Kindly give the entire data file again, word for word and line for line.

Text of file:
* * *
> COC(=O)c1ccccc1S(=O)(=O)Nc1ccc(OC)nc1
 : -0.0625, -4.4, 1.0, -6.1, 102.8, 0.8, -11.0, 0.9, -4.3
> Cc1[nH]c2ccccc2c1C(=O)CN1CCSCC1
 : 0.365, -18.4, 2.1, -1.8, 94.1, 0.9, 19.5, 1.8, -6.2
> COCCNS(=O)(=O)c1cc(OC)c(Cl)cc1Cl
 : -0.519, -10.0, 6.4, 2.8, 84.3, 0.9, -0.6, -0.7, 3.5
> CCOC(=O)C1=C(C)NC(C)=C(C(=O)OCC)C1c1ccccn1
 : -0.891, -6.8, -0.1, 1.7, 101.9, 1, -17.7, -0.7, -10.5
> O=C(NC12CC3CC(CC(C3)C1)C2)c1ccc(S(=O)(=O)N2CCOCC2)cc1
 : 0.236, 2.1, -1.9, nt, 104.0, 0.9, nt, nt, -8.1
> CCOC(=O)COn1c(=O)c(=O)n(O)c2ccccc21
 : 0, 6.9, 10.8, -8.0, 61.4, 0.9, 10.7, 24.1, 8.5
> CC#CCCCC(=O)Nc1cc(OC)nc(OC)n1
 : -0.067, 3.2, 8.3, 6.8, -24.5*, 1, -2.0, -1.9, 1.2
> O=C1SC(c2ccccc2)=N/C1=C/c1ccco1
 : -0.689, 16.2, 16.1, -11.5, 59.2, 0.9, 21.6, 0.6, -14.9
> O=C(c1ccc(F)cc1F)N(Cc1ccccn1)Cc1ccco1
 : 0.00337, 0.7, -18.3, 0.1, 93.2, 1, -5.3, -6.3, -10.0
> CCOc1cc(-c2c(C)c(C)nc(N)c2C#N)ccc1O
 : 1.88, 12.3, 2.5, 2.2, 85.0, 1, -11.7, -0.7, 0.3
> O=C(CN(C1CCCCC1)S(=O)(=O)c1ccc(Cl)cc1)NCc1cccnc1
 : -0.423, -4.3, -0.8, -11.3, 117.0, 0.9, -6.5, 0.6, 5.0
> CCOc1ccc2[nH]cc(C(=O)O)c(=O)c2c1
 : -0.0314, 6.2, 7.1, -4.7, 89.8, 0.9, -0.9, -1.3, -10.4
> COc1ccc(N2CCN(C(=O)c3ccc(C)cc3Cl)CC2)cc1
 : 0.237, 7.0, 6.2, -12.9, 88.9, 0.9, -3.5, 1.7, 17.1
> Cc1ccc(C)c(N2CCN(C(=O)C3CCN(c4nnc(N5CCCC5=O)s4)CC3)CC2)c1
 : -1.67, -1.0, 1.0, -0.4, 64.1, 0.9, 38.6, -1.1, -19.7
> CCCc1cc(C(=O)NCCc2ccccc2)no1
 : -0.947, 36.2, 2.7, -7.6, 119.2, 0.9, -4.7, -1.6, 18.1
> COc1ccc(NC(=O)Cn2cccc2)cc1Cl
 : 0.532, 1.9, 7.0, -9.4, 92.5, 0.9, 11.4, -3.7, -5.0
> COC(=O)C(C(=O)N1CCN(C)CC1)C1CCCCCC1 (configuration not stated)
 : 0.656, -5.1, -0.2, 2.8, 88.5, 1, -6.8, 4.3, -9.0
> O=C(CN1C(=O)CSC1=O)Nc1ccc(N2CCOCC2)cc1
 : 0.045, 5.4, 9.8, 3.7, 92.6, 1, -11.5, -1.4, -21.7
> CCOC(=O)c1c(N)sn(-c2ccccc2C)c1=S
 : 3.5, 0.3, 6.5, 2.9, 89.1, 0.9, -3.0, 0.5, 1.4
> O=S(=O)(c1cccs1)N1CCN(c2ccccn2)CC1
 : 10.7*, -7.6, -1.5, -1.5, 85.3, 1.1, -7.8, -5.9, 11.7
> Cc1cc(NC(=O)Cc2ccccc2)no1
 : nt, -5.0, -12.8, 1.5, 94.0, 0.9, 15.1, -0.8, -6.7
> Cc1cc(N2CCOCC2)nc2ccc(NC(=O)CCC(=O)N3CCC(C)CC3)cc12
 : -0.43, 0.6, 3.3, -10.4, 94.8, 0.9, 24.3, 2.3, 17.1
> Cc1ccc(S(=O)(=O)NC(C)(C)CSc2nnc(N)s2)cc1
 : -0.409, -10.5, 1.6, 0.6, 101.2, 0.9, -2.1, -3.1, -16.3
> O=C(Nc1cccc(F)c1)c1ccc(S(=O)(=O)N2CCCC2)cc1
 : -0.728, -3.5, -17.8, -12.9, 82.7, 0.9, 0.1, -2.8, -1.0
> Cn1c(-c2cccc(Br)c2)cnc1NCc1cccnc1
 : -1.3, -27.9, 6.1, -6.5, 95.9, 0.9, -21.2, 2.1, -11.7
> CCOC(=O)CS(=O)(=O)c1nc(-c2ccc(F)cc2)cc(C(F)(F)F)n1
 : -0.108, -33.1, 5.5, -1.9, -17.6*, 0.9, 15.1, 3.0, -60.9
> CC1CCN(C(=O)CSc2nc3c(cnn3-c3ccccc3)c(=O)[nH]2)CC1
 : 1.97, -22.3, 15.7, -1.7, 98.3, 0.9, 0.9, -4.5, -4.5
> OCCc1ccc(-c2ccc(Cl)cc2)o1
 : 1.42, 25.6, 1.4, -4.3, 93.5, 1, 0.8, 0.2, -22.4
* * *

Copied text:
> COC(=O)c1ccccc1S(=O)(=O)Nc1ccc(OC)nc1
 : -0.0625, -4.4, 1.0, -6.1, 102.8, 0.8, -11.0, 0.9, -4.3
> Cc1[nH]c2ccccc2c1C(=O)CN1CCSCC1
 : 0.365, -18.4, 2.1, -1.8, 94.1, 0.9, 19.5, 1.8, -6.2
> COCCNS(=O)(=O)c1cc(OC)c(Cl)cc1Cl
 : -0.519, -10.0, 6.4, 2.8, 84.3, 0.9, -0.6, -0.7, 3.5
> CCOC(=O)C1=C(C)NC(C)=C(C(=O)OCC)C1c1ccccn1
 : -0.891, -6.8, -0.1, 1.7, 101.9, 1, -17.7, -0.7, -10.5
> O=C(NC12CC3CC(CC(C3)C1)C2)c1ccc(S(=O)(=O)N2CCOCC2)cc1
 : 0.236, 2.1, -1.9, nt, 104.0, 0.9, nt, nt, -8.1
> CCOC(=O)COn1c(=O)c(=O)n(O)c2ccccc21
 : 0, 6.9, 10.8, -8.0, 61.4, 0.9, 10.7, 24.1, 8.5
> CC#CCCCC(=O)Nc1cc(OC)nc(OC)n1
 : -0.067, 3.2, 8.3, 6.8, -24.5*, 1, -2.0, -1.9, 1.2
> O=C1SC(c2ccccc2)=N/C1=C/c1ccco1
 : -0.689, 16.2, 16.1, -11.5, 59.2, 0.9, 21.6, 0.6, -14.9
> O=C(c1ccc(F)cc1F)N(Cc1ccccn1)Cc1ccco1
 : 0.00337, 0.7, -18.3, 0.1, 93.2, 1, -5.3, -6.3, -10.0
> CCOc1cc(-c2c(C)c(C)nc(N)c2C#N)ccc1O
 : 1.88, 12.3, 2.5, 2.2, 85.0, 1, -11.7, -0.7, 0.3
> O=C(CN(C1CCCCC1)S(=O)(=O)c1ccc(Cl)cc1)NCc1cccnc1
 : -0.423, -4.3, -0.8, -11.3, 117.0, 0.9, -6.5, 0.6, 5.0
> CCOc1ccc2[nH]cc(C(=O)O)c(=O)c2c1
 : -0.0314, 6.2, 7.1, -4.7, 89.8, 0.9, -0.9, -1.3, -10.4
> COc1ccc(N2CCN(C(=O)c3ccc(C)cc3Cl)CC2)cc1
 : 0.237, 7.0, 6.2, -12.9, 88.9, 0.9, -3.5, 1.7, 17.1
> Cc1ccc(C)c(N2CCN(C(=O)C3CCN(c4nnc(N5CCCC5=O)s4)CC3)CC2)c1
 : -1.67, -1.0, 1.0, -0.4, 64.1, 0.9, 38.6, -1.1, -19.7
> CCCc1cc(C(=O)NCCc2ccccc2)no1
 : -0.947, 36.2, 2.7, -7.6, 119.2, 0.9, -4.7, -1.6, 18.1
> COc1ccc(NC(=O)Cn2cccc2)cc1Cl
 : 0.532, 1.9, 7.0, -9.4, 92.5, 0.9, 11.4, -3.7, -5.0
> COC(=O)C(C(=O)N1CCN(C)CC1)C1CCCCCC1 (configuration not stated)
 : 0.656, -5.1, -0.2, 2.8, 88.5, 1, -6.8, 4.3, -9.0
> O=C(CN1C(=O)CSC1=O)Nc1ccc(N2CCOCC2)cc1
 : 0.045, 5.4, 9.8, 3.7, 92.6, 1, -11.5, -1.4, -21.7
> CCOC(=O)c1c(N)sn(-c2ccccc2C)c1=S
 : 3.5, 0.3, 6.5, 2.9, 89.1, 0.9, -3.0, 0.5, 1.4
> O=S(=O)(c1cccs1)N1CCN(c2ccccn2)CC1
 : 10.7*, -7.6, -1.5, -1.5, 85.3, 1.1, -7.8, -5.9, 11.7
> Cc1cc(NC(=O)Cc2ccccc2)no1
 : nt, -5.0, -12.8, 1.5, 94.0, 0.9, 15.1, -0.8, -6.7
> Cc1cc(N2CCOCC2)nc2ccc(NC(=O)CCC(=O)N3CCC(C)CC3)cc12
 : -0.43, 0.6, 3.3, -10.4, 94.8, 0.9, 24.3, 2.3, 17.1
> Cc1ccc(S(=O)(=O)NC(C)(C)CSc2nnc(N)s2)cc1
 : -0.409, -10.5, 1.6, 0.6, 101.2, 0.9, -2.1, -3.1, -16.3
> O=C(Nc1cccc(F)c1)c1ccc(S(=O)(=O)N2CCCC2)cc1
 : -0.728, -3.5, -17.8, -12.9, 82.7, 0.9, 0.1, -2.8, -1.0
> Cn1c(-c2cccc(Br)c2)cnc1NCc1cccnc1
 : -1.3, -27.9, 6.1, -6.5, 95.9, 0.9, -21.2, 2.1, -11.7
> CCOC(=O)CS(=O)(=O)c1nc(-c2ccc(F)cc2)cc(C(F)(F)F)n1
 : -0.108, -33.1, 5.5, -1.9, -17.6*, 0.9, 15.1, 3.0, -60.9
> CC1CCN(C(=O)CSc2nc3c(cnn3-c3ccccc3)c(=O)[nH]2)CC1
 : 1.97, -22.3, 15.7, -1.7, 98.3, 0.9, 0.9, -4.5, -4.5
> OCCc1ccc(-c2ccc(Cl)cc2)o1
 : 1.42, 25.6, 1.4, -4.3, 93.5, 1, 0.8, 0.2, -22.4